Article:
Johnny Flash is a nickname that a friend gave me when I was in my “Cashmania” period, about 8, 10 years ago. I was discovering country music. Some of my friends called me like that for joking. I chose “I Am a Band” because I wanted a concept instead of a real name. Nobody has the chance of being called “Johnny Cash” .

 

Some music styles can be fads but the blues & rock n’ roll is always with us.  Why do think that is?
Because these kinds of music speak directly and truly to the heart and the guts of everybody. If you are really interested in what an artist has to say, you can’t ignore this music that can make you cry and dance crazily in the same time.  

 

 

What are some of the most memorable gigs and jams you've had?
With The Lost Communists, we shared the stage with some of the best American and Europeans  bands. I remember once we played before MC5 and Liza Kekaula (the Bellerays) and they told us after that we were a “fucking good band”. It made me happy. As I Am a Band, I played in Limoges with the Movie Star Junkies, one of my favorite bands, also with CW Stoneking. I will play in September with Woven Hand, in Rouen, it‘s a great opportunity.

 

From whom have you have learned the most secrets about blues music?
From some of my close friends, not necessarily some musiciens; from records of course and from life. When I was younger, I had nothing especially to tell. But I kept on playing blues, country, then I wrote and sung my songs when I felt I have something to say.

 

Where do you get inspiration for your songs, what musicians have influenced you most as a songwriter?
Music is always on my mind. Sometimes I stop while I’m doing something and I wonder if what I’m singing in my head is good and original enough to make a song. Sometimes I’m playing my guitar and a good idea appears. It comes from movies also sometimes. For example, the movie “Dead man walking” with Sean Penn, directed by Tim Robbins, inspired me the song “Behind Bars”. There are no rules. My favorite songwriters are Bob Dylan, Ray Charles, Neil Young, Keith and Mick, for the classic ones, Dan Auerbach (Black Keys), Greg Cartwright (Reigning Sound, Oblivians), Jeff Tweedy (Wilco), David Eugene Edwards (16 Horse Power, Woven Hands), Howe Gelb and Giant Sand, Jeffrey Lee Pierce, Leon Payne, Leiber and Stoller…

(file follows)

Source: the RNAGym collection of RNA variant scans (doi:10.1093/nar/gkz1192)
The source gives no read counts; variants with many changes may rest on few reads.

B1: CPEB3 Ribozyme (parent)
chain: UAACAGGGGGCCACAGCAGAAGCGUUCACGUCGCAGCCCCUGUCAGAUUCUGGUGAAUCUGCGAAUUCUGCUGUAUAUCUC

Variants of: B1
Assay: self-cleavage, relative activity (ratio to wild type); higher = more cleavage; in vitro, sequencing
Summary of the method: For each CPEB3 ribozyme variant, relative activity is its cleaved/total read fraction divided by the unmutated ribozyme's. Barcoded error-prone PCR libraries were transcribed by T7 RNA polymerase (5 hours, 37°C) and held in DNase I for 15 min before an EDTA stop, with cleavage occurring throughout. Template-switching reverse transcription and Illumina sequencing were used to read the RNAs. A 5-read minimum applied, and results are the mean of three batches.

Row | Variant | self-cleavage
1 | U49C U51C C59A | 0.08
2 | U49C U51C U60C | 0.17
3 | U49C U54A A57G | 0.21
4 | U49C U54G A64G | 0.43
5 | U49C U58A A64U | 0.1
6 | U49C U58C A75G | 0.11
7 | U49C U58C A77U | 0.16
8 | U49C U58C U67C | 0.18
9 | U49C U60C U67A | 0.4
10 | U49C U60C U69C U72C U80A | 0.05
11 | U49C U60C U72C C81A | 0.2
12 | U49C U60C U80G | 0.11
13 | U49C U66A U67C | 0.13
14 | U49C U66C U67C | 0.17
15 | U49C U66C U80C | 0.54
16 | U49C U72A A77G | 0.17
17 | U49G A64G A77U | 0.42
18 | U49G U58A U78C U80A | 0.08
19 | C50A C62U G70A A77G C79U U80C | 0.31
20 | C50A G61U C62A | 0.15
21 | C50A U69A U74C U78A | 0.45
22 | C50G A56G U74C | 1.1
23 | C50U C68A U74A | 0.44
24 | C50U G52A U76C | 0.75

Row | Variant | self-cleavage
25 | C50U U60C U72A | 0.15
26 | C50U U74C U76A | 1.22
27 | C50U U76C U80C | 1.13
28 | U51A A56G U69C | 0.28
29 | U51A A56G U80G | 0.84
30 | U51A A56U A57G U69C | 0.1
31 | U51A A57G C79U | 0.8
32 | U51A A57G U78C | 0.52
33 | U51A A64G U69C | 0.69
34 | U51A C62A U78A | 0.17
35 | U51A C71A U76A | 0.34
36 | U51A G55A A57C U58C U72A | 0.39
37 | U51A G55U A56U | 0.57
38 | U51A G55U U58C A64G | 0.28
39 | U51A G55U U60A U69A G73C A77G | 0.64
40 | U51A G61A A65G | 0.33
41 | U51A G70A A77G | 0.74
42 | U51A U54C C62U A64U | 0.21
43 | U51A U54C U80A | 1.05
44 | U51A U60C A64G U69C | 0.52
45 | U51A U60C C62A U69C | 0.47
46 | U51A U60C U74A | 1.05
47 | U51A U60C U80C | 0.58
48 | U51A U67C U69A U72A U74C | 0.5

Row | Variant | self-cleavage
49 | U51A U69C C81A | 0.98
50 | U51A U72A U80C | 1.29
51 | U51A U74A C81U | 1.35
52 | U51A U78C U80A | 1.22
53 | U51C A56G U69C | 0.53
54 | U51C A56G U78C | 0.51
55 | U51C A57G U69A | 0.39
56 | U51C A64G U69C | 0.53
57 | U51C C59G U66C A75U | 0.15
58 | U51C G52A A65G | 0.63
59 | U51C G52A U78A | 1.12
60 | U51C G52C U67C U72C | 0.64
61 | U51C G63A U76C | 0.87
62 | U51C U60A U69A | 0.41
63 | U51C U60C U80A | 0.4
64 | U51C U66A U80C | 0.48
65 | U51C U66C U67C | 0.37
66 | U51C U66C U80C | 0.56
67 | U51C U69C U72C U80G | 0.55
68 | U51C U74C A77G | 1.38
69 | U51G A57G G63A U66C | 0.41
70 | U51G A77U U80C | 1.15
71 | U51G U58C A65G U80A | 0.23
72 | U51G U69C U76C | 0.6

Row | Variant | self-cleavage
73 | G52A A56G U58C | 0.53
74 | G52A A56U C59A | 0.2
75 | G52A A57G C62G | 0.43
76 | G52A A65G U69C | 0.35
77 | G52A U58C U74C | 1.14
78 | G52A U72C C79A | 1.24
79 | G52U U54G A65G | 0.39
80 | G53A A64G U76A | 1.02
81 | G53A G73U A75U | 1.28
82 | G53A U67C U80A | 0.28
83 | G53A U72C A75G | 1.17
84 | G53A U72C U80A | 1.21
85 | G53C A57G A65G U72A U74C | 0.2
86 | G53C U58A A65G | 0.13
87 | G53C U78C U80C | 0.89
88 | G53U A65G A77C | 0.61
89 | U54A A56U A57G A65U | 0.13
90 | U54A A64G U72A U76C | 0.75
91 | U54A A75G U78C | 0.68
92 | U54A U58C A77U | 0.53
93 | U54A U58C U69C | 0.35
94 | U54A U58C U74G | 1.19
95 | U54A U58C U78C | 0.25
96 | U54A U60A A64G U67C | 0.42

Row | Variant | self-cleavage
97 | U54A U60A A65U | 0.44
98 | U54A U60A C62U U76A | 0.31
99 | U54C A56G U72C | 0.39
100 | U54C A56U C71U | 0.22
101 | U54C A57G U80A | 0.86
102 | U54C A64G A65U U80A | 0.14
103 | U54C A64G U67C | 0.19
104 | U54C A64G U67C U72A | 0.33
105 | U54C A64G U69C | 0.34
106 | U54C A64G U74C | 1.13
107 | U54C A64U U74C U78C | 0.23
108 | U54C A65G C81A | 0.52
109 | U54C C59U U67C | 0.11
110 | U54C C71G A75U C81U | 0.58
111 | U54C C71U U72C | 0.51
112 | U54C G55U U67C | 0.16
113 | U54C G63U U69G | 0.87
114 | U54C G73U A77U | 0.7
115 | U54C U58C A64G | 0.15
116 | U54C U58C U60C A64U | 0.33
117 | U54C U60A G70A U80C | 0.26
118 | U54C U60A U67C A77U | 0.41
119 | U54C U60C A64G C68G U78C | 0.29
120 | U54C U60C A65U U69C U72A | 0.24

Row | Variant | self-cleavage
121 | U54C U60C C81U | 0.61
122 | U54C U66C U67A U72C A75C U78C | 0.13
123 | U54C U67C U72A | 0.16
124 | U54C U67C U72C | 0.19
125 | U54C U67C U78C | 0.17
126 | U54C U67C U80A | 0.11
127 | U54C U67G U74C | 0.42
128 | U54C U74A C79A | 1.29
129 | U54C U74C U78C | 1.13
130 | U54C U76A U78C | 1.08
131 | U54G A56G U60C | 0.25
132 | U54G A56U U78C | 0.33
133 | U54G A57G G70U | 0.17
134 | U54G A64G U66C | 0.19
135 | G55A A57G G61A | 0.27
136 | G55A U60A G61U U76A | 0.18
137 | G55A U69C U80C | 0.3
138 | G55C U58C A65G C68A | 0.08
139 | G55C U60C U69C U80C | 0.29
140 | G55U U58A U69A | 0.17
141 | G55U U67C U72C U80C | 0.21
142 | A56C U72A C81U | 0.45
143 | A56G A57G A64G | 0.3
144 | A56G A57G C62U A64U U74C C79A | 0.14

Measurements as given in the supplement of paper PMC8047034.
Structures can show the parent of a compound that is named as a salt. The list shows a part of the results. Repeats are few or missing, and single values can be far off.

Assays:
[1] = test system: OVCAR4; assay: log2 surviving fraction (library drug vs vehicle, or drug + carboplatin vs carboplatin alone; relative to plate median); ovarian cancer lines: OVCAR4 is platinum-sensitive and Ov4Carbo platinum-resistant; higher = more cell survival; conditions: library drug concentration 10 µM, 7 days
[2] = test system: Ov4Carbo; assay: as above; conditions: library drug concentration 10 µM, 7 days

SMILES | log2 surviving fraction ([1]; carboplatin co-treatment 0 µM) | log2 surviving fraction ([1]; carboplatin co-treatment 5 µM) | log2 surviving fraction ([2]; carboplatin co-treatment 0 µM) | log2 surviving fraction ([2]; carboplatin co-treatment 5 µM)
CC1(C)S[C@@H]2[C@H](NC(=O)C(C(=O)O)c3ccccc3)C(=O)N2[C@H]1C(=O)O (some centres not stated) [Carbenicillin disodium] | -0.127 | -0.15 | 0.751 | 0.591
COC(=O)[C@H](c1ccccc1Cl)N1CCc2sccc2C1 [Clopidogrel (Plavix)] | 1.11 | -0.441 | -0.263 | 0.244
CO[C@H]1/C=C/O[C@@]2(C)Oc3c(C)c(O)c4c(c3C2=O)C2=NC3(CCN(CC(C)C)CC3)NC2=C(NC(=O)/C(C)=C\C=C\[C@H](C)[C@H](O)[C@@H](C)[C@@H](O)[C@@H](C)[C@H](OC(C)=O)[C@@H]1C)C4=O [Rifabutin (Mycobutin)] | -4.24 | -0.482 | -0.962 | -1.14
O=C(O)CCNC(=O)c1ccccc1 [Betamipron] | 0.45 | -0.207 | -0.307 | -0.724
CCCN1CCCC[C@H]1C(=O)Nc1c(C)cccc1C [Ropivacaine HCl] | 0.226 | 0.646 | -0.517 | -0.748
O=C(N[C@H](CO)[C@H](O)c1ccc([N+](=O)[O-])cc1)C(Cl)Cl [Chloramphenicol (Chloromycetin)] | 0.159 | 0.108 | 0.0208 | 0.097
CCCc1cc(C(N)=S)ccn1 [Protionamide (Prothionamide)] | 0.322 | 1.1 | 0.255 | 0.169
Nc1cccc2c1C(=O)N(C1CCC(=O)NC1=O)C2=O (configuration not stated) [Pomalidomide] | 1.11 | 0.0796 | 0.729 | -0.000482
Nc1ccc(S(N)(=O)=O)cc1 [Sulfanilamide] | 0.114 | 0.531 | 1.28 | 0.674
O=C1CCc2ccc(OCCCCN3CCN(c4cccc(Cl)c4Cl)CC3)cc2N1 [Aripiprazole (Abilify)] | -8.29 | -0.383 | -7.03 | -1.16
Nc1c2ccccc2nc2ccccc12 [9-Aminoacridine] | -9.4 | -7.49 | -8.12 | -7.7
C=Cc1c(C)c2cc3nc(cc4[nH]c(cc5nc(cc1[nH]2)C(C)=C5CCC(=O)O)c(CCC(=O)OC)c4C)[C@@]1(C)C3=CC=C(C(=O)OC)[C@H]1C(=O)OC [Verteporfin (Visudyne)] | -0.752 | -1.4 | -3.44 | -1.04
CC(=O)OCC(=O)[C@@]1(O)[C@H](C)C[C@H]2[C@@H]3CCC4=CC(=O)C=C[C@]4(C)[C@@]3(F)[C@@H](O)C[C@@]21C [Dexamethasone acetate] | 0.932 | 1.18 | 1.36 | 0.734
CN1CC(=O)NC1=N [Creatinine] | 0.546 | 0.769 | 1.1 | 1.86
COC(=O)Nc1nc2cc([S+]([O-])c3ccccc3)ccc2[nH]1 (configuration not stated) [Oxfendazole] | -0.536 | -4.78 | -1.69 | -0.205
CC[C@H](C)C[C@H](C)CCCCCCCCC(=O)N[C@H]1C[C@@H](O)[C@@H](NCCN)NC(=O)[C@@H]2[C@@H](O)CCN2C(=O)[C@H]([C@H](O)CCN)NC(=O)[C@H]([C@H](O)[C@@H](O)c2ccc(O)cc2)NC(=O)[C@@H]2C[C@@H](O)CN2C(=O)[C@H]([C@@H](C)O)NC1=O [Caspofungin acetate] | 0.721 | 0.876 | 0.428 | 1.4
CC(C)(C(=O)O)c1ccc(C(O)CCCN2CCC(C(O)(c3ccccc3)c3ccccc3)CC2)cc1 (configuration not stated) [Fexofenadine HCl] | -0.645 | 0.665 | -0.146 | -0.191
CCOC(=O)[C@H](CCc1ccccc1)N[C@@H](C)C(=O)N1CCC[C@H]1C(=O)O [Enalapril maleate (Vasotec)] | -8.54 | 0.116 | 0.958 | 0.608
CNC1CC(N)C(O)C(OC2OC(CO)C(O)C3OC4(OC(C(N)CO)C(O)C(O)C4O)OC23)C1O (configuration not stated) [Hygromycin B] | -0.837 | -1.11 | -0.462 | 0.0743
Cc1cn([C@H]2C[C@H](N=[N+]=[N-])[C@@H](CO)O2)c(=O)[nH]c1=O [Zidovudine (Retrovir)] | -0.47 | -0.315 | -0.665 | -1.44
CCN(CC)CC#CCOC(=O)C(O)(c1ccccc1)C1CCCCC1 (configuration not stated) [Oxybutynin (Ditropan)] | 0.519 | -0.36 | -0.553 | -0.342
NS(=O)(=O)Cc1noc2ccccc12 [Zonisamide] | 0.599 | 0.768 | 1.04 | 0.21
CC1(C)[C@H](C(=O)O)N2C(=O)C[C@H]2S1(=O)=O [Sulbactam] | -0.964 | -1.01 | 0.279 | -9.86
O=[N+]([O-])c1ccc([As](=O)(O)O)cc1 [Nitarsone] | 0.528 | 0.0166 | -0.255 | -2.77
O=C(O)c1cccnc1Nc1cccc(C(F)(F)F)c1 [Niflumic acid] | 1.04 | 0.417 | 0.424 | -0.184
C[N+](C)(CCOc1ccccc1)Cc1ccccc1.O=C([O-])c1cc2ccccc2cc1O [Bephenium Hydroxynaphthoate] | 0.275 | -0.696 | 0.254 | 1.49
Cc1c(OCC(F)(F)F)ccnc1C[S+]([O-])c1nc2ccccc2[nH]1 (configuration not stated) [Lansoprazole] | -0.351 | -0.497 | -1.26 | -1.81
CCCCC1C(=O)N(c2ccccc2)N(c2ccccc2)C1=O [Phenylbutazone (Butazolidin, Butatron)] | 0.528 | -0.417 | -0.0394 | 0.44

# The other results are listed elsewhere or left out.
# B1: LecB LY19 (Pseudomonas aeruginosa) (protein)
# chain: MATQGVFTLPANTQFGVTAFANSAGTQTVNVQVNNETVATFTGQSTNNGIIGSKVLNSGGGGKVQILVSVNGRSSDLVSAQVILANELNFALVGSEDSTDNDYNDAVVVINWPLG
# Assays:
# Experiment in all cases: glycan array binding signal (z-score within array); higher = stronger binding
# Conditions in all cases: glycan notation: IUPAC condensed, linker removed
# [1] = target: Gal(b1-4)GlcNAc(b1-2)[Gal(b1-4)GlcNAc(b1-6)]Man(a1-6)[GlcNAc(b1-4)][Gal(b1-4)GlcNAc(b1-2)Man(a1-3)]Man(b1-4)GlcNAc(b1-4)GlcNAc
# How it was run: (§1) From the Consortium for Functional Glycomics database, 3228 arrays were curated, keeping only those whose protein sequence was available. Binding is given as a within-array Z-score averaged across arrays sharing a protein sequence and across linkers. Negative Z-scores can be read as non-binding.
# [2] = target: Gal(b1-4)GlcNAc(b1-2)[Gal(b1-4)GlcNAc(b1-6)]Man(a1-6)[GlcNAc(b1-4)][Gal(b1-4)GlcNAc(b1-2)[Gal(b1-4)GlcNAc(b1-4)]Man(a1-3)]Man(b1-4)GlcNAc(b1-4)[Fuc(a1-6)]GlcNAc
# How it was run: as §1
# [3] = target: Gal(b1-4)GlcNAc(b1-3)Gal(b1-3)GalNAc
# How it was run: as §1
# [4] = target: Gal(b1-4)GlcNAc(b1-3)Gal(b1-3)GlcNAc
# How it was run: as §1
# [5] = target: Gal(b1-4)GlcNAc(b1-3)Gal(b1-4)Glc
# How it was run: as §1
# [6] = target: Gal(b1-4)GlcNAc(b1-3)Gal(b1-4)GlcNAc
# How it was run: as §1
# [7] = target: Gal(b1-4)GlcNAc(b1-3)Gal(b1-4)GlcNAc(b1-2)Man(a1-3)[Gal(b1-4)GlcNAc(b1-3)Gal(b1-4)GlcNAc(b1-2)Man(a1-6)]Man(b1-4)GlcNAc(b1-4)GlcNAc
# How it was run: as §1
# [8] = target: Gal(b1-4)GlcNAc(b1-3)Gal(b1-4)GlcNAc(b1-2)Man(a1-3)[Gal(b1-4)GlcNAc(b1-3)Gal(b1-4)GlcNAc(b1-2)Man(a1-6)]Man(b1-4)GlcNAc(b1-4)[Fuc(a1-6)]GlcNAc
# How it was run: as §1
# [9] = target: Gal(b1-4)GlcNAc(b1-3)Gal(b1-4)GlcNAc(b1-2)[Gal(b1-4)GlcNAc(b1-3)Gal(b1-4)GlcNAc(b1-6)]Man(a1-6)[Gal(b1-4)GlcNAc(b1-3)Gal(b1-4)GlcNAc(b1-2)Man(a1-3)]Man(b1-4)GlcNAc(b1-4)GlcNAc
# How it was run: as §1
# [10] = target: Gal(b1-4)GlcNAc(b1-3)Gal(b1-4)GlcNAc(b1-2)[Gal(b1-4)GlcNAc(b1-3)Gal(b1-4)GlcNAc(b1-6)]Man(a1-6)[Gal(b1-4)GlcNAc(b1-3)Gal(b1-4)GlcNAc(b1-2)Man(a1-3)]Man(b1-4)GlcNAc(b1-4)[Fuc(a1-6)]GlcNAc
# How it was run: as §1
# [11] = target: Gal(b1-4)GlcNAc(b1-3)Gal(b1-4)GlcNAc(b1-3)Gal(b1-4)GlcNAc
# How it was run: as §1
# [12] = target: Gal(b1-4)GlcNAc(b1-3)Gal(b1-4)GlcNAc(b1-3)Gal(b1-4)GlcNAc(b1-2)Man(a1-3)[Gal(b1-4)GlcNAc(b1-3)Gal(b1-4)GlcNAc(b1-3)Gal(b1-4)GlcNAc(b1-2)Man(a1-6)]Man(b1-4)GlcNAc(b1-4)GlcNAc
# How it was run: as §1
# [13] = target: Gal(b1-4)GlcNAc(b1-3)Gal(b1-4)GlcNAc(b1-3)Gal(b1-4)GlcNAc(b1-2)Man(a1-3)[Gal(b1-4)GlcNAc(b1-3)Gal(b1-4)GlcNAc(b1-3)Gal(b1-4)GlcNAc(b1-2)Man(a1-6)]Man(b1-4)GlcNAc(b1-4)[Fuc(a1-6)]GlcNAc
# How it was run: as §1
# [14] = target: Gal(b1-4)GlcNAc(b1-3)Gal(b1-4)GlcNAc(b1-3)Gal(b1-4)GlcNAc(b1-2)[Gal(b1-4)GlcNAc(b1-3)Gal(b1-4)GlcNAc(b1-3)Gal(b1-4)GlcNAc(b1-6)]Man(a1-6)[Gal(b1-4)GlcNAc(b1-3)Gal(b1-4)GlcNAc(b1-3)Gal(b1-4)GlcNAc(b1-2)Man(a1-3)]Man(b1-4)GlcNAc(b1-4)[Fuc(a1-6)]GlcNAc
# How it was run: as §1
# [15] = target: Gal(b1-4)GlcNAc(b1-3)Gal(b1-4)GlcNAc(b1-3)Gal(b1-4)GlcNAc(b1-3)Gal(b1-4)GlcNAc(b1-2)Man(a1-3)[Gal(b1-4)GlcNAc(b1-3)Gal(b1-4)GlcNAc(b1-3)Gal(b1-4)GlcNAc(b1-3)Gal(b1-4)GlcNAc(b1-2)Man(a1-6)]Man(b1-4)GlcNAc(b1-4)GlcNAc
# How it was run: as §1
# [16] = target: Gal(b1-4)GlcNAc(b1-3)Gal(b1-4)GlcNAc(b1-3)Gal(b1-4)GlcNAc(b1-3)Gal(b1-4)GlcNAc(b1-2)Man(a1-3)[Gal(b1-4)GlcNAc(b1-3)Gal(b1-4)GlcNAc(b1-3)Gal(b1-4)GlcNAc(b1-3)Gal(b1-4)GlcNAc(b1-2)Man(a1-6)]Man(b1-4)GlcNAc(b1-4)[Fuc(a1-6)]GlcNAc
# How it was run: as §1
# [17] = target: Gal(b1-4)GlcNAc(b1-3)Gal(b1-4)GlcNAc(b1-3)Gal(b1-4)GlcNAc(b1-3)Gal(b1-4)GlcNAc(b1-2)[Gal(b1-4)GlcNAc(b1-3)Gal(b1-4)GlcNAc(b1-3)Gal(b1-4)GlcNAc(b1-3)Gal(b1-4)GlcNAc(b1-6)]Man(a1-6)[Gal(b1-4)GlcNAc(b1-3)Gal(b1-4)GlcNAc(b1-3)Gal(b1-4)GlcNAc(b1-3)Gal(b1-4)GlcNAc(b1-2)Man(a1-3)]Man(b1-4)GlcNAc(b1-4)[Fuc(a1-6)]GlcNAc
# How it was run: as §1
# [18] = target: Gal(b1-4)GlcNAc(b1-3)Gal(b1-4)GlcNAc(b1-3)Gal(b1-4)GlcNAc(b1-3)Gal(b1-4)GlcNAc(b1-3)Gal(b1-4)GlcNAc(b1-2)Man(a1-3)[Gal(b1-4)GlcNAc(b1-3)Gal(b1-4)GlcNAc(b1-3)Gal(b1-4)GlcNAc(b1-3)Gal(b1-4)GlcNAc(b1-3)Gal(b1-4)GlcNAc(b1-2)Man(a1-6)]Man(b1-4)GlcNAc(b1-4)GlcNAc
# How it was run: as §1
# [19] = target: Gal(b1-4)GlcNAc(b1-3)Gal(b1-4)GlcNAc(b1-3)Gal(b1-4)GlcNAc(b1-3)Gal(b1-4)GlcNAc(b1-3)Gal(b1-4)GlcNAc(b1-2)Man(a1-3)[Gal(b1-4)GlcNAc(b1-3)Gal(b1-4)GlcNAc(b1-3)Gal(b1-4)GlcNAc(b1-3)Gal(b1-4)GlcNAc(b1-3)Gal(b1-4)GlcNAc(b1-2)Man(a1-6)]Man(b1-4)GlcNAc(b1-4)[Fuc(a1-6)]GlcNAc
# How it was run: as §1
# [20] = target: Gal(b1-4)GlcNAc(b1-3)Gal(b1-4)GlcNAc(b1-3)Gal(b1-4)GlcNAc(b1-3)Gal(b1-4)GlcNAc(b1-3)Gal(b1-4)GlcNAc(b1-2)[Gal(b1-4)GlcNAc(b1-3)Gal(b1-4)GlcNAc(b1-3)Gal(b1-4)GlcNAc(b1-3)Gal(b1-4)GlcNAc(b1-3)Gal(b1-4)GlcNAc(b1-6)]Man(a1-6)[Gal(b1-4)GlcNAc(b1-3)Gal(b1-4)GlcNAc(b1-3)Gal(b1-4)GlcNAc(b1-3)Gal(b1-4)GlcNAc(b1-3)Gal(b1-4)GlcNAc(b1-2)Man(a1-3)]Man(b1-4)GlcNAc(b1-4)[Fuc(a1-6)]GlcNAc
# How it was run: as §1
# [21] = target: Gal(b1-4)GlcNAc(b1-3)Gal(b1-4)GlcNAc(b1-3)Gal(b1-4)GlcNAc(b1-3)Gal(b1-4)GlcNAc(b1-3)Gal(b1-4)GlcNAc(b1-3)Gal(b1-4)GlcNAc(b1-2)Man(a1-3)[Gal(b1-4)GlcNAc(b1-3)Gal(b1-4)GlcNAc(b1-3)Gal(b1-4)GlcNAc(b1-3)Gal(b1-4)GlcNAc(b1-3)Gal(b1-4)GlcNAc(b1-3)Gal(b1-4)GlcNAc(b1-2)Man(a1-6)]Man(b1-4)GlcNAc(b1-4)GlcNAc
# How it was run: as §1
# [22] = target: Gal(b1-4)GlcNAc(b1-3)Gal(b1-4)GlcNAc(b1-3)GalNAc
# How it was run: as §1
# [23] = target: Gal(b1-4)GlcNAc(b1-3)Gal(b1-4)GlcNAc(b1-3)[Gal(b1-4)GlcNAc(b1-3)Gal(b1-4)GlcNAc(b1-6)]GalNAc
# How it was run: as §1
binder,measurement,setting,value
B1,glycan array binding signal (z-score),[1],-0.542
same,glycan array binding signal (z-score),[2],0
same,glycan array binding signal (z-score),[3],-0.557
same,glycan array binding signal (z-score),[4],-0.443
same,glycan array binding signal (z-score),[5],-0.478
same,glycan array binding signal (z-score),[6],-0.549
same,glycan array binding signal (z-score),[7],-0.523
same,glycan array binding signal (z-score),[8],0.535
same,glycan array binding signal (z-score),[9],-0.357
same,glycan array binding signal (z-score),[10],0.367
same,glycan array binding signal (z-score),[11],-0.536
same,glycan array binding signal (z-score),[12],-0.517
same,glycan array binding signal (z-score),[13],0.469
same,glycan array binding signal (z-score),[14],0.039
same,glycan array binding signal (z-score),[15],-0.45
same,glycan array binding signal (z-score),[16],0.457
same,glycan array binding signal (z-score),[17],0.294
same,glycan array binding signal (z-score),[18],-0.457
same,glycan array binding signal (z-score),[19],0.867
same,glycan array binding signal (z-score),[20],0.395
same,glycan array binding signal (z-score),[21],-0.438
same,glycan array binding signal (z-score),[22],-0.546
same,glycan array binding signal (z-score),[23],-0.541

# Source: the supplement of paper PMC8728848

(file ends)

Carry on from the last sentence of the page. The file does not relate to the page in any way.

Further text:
What do you think is the main characteristic of your personality that made you ONE MAN BAND?
I think shyness forced me to get on stage when I was a teenager, and to sing alone, later. And now, I’m not shy anymore. It’s a kind of therapy.

 

What advice would you give to aspiring musicians thinking of pursuing a career in the craft?
Choose rightly the people that surround you, and when it’s done, take care of them.

 

What are your plans for the future, where do you see yourself in ten years?
I would like to keep on recording good records on good labels and touring in foreign countries, USA, GB, Australia, Germany, Greece (of course)…

 

What turns you on? Happiness is…… a fight

 

Which of historical personalities would you like to meet?
Famous musicians as Johnny Cash and Bo Diddley, Ray Charles but they are dead, Neil Young, Bob Dylan, great producers too. Maybe Charlie Chaplin, Jean Jaurès and some of the French resistance of the Second World War. But historical and political personalities are often ambiguous, as Martin Luther King was because of his tumultuous privacy. I think that we have to be wary with the linear historical narratives.

 

How you would spend a day with Hasil Adkins? What would you say to Skip James? What would you like to ask Cap.  Beefheart?
I would record a song with hasil Adkins. To Skip James, I would ask what the secret of his soulful style is. I would ask to Cap. Beefheart why he never recorded an album as excellent as “Safe as milk” again.

 

What is the “feel” you miss most nowadays from the Dr Ross, Jesse Fuller, and  Joe Hill Louis blues?
I regret that nowadays popular music is no longer synonymous with quality and that the musical industry and the cultural institutions are often owned by incompetent and ignorant people who earn money thanks to musicians who find difficulties to live of their art.  


Fabien Bréart - I AM A BAND